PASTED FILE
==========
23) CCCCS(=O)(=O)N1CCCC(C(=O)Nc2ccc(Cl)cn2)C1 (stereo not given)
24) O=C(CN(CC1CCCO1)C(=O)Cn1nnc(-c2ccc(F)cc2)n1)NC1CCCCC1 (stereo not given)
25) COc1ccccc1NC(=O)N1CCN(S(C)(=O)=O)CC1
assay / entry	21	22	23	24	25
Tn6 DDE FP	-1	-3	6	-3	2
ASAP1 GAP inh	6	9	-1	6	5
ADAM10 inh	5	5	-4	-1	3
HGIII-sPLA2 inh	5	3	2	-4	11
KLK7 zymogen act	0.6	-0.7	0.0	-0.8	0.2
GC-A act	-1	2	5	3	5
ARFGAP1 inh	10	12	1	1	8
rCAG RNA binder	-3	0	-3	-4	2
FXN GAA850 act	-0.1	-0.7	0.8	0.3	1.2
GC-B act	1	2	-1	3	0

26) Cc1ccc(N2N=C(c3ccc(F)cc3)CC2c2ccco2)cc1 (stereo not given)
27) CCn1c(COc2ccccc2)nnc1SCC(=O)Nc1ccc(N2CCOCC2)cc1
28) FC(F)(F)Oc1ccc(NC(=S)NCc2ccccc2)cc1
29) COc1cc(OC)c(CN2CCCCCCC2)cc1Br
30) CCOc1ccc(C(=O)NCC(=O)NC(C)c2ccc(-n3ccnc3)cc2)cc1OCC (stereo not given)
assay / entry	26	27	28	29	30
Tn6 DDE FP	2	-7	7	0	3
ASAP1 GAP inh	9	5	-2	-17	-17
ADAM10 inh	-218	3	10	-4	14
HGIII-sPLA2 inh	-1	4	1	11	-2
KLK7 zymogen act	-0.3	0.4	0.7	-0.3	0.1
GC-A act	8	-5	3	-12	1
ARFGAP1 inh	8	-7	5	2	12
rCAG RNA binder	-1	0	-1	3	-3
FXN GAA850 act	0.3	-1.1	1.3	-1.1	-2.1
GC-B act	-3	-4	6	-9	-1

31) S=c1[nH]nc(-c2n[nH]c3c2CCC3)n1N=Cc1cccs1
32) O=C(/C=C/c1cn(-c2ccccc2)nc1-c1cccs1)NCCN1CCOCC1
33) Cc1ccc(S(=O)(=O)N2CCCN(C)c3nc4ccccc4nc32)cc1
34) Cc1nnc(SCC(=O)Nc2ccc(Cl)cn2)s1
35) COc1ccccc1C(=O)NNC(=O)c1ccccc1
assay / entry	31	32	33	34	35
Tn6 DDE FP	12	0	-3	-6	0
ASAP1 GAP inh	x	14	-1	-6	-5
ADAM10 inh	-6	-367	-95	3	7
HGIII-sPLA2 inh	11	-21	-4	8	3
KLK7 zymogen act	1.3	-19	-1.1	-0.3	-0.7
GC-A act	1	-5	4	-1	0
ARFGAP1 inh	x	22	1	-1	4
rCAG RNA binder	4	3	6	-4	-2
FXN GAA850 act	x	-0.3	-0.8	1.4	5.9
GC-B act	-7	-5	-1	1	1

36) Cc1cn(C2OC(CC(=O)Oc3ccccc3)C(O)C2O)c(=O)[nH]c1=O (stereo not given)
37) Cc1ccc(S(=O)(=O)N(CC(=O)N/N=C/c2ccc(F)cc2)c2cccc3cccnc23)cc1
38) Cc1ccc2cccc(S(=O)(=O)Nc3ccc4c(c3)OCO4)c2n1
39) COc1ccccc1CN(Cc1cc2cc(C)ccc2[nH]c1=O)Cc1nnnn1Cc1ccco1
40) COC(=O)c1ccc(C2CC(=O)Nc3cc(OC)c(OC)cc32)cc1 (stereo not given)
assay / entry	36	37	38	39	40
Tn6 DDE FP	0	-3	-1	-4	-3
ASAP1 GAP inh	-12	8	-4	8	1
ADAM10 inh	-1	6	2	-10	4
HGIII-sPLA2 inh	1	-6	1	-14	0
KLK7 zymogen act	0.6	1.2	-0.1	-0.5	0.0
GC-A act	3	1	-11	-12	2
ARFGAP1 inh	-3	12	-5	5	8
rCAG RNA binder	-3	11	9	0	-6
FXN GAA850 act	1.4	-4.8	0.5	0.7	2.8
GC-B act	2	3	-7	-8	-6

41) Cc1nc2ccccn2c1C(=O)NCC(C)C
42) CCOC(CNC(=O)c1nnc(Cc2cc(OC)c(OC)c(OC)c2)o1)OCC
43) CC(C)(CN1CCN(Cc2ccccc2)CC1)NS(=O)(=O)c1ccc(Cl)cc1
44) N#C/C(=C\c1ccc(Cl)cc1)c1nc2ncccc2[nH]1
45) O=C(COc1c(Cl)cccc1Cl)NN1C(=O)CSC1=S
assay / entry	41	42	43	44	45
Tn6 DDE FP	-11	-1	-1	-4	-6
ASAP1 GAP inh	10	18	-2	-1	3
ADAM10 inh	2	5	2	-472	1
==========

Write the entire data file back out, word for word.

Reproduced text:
23) CCCCS(=O)(=O)N1CCCC(C(=O)Nc2ccc(Cl)cn2)C1 (stereo not given)
24) O=C(CN(CC1CCCO1)C(=O)Cn1nnc(-c2ccc(F)cc2)n1)NC1CCCCC1 (stereo not given)
25) COc1ccccc1NC(=O)N1CCN(S(C)(=O)=O)CC1
assay / entry	21	22	23	24	25
Tn6 DDE FP	-1	-3	6	-3	2
ASAP1 GAP inh	6	9	-1	6	5
ADAM10 inh	5	5	-4	-1	3
HGIII-sPLA2 inh	5	3	2	-4	11
KLK7 zymogen act	0.6	-0.7	0.0	-0.8	0.2
GC-A act	-1	2	5	3	5
ARFGAP1 inh	10	12	1	1	8
rCAG RNA binder	-3	0	-3	-4	2
FXN GAA850 act	-0.1	-0.7	0.8	0.3	1.2
GC-B act	1	2	-1	3	0

26) Cc1ccc(N2N=C(c3ccc(F)cc3)CC2c2ccco2)cc1 (stereo not given)
27) CCn1c(COc2ccccc2)nnc1SCC(=O)Nc1ccc(N2CCOCC2)cc1
28) FC(F)(F)Oc1ccc(NC(=S)NCc2ccccc2)cc1
29) COc1cc(OC)c(CN2CCCCCCC2)cc1Br
30) CCOc1ccc(C(=O)NCC(=O)NC(C)c2ccc(-n3ccnc3)cc2)cc1OCC (stereo not given)
assay / entry	26	27	28	29	30
Tn6 DDE FP	2	-7	7	0	3
ASAP1 GAP inh	9	5	-2	-17	-17
ADAM10 inh	-218	3	10	-4	14
HGIII-sPLA2 inh	-1	4	1	11	-2
KLK7 zymogen act	-0.3	0.4	0.7	-0.3	0.1
GC-A act	8	-5	3	-12	1
ARFGAP1 inh	8	-7	5	2	12
rCAG RNA binder	-1	0	-1	3	-3
FXN GAA850 act	0.3	-1.1	1.3	-1.1	-2.1
GC-B act	-3	-4	6	-9	-1

31) S=c1[nH]nc(-c2n[nH]c3c2CCC3)n1N=Cc1cccs1
32) O=C(/C=C/c1cn(-c2ccccc2)nc1-c1cccs1)NCCN1CCOCC1
33) Cc1ccc(S(=O)(=O)N2CCCN(C)c3nc4ccccc4nc32)cc1
34) Cc1nnc(SCC(=O)Nc2ccc(Cl)cn2)s1
35) COc1ccccc1C(=O)NNC(=O)c1ccccc1
assay / entry	31	32	33	34	35
Tn6 DDE FP	12	0	-3	-6	0
ASAP1 GAP inh	x	14	-1	-6	-5
ADAM10 inh	-6	-367	-95	3	7
HGIII-sPLA2 inh	11	-21	-4	8	3
KLK7 zymogen act	1.3	-19	-1.1	-0.3	-0.7
GC-A act	1	-5	4	-1	0
ARFGAP1 inh	x	22	1	-1	4
rCAG RNA binder	4	3	6	-4	-2
FXN GAA850 act	x	-0.3	-0.8	1.4	5.9
GC-B act	-7	-5	-1	1	1

36) Cc1cn(C2OC(CC(=O)Oc3ccccc3)C(O)C2O)c(=O)[nH]c1=O (stereo not given)
37) Cc1ccc(S(=O)(=O)N(CC(=O)N/N=C/c2ccc(F)cc2)c2cccc3cccnc23)cc1
38) Cc1ccc2cccc(S(=O)(=O)Nc3ccc4c(c3)OCO4)c2n1
39) COc1ccccc1CN(Cc1cc2cc(C)ccc2[nH]c1=O)Cc1nnnn1Cc1ccco1
40) COC(=O)c1ccc(C2CC(=O)Nc3cc(OC)c(OC)cc32)cc1 (stereo not given)
assay / entry	36	37	38	39	40
Tn6 DDE FP	0	-3	-1	-4	-3
ASAP1 GAP inh	-12	8	-4	8	1
ADAM10 inh	-1	6	2	-10	4
HGIII-sPLA2 inh	1	-6	1	-14	0
KLK7 zymogen act	0.6	1.2	-0.1	-0.5	0.0
GC-A act	3	1	-11	-12	2
ARFGAP1 inh	-3	12	-5	5	8
rCAG RNA binder	-3	11	9	0	-6
FXN GAA850 act	1.4	-4.8	0.5	0.7	2.8
GC-B act	2	3	-7	-8	-6

41) Cc1nc2ccccn2c1C(=O)NCC(C)C
42) CCOC(CNC(=O)c1nnc(Cc2cc(OC)c(OC)c(OC)c2)o1)OCC
43) CC(C)(CN1CCN(Cc2ccccc2)CC1)NS(=O)(=O)c1ccc(Cl)cc1
44) N#C/C(=C\c1ccc(Cl)cc1)c1nc2ncccc2[nH]1
45) O=C(COc1c(Cl)cccc1Cl)NN1C(=O)CSC1=S
assay / entry	41	42	43	44	45
Tn6 DDE FP	-11	-1	-1	-4	-6
ASAP1 GAP inh	10	18	-2	-1	3
ADAM10 inh	2	5	2	-472	1